6. Fake Job Hiring

I was a victim of job hiring scam. They got a .com with a big company whose domain was .co.uk. They then interviewed me for more than a half hour, until the question came up “What is your bank? We want to make sure they will accept transfers from us.” The flags went up, I did some more research and had and their hosting and job posting accounts suspended.

7. Fix the “Computer Errors”

I was a computer tech servicing a client’s computer. While I’m sitting there, the woman gets a call and says it’s from MicroSoft. I asked her to hand me the phone and followed along with the phone tech. He told me to go into the Windows event log and then told me all of those errors (which are normal errors) were dangerous and that for $100 he could fix the computer. I told him to go suck an egg.

Protecting your devices is important.

8. Just Cash These Travelers Checks…

Years ago when I was looking for a job I saw a small job advertised for someone to check some travelers cheques. They sent me the cheques, and all I had to do was go and cash then and I could keep half the money. Of course they were fake… and I got a lift in the back of a police car as a result!

9. Girl from Texas or Old Man from Bangladesh?

I get a lot of freelancers who claim to be young english speaking women who are in fact non-native english speaking people and likely not women either. I think people get more jobs if they’re Bianca age: 20 from Texas with curly blonde hair than some guy from Bangladesh age 56. The problem is I can’t tell cause none of these people speak fluently. 🙂 Happens all the time btw

10. You Won the Online Lottery!

Years ago I’ve got an email to my private domain email that my yahoo account has been selected to win a $1000 in their lottery. The email, domain sent from etc. was looking really reliable (especially for a 10 year old). Thankfully it was really hard for me and my parents back then to make an online bank transfer from PLN to USD which I was told to make as payment verification…

11. Missing Parts from Your Amazon Order?

Amazon customers returning broken items or simply only returning part of a product. A.k.a buying to get a part. This causes Amazon to resell it and the next buyer will certainly leave a bad review as they will be missing a part! Hate this.

12. Just Pay My Graphic Designer…

For web designs you will get an email about web design and do you accept credit cards. If yes, great. I am blind/deaf/in the hospital or some reason they can’t talk on the phone. My graphic designer doesn’t take credit cards, can I pay you the full amount and then have you pay my graphic designer? A month later… charge back for fraud and you are out the money.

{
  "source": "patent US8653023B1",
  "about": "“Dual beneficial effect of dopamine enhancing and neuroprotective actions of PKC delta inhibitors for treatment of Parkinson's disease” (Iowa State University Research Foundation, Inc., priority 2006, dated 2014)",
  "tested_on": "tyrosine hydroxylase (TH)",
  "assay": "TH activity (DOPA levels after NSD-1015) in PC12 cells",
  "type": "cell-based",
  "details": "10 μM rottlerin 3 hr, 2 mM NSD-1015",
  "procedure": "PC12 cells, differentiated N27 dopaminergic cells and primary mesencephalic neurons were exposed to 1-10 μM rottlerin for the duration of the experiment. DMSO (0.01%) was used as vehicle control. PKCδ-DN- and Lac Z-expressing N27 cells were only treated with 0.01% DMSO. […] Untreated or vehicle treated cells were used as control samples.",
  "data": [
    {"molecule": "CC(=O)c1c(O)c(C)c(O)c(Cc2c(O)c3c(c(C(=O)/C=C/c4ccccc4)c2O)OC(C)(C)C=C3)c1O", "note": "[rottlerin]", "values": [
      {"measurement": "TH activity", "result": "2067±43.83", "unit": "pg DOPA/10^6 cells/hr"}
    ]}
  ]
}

13. Wait, He’s Not Nigerian!?!

This is the biggest one… Scamming thousands of people into believing the ‘Nigerian prince’ is Nigerian. https://www.nytimes.com/2017/12/31/us/nigerian-prince-fraud.html

14. Please Cash this Large Check for Me

Some guy wanted to buy my old piano, but it was this scammer. One second after I posted the ad, he replied and said his name was like Earl Von Cleef (something distinguished) and that he was ready to buy the piano and send a delivery guy to get it. I didn’t reply.. then weeks later I got a check for 3x the amount of the piano.. it was written from an oil company in Alberta, for like $2K. Guy then texts and says “did you get my money.. quick, go cash it!” and I was like “why is it 3x the amount I asked?” he’s like “it’s a tip just for you sir” then i called the oil company up, got their accountant and he was like “yeah, someone got a hold of our checks and is handing out fake checks” .. i’m like oh, ok. Lucky I called that oil company and fished around in their directory til I got someone. Oil companies don’t always have secretaries.

15. Confirm This Code So I Prove You Are Real

Craigslist scammer: they list an item for cheap like a PS4 for $150 and request that you text to contact them. When you do, they send a Google confirmation code to your phone and ask that you repeat that code to them to prove you’re not a bot. This code is actually a reset code to tie a phone number to your Google account and everything under it. Pretty scary!

16. You Need a VIN Report?

Post a vehicle for sale on Craigslist and a short while later you’ll get a message that the person is interested and they want you to get a VIN report from whatever scammer company they own.

17. MLM, Ponzi… Just Join!

I was scammed in my very first online job where an MLM kind of Ponzi scheme was being offered by a company called Speak Asia. It was a big scam which took India by storm with TV ads and all. Lots of my friends made money through it before I joined. But the govt. opened its eyes as soon as I joined it by spending a fortune from my already broke pockets unfortunately and hammered it down. 😂

It closed before I could make a single dime.

18. Sell These Counterfeits on eBay for Me

I made a stupid mistake many years ago when I was looking for ways to make some extra money on the side.

I ended up getting in contact with a distributor in china who needed “Sales Representatives” to sell their stock using our eBay accounts. I was listing things Beats by Dre headphones and Ugg Boots which I was told were 100% genuine.

After doing this for nearly 2 months, some customers were messaging me saying they were fake and wanted a refund, some were happy with them but still informed me they were fake and some messaged me to say their product had been seized by customs.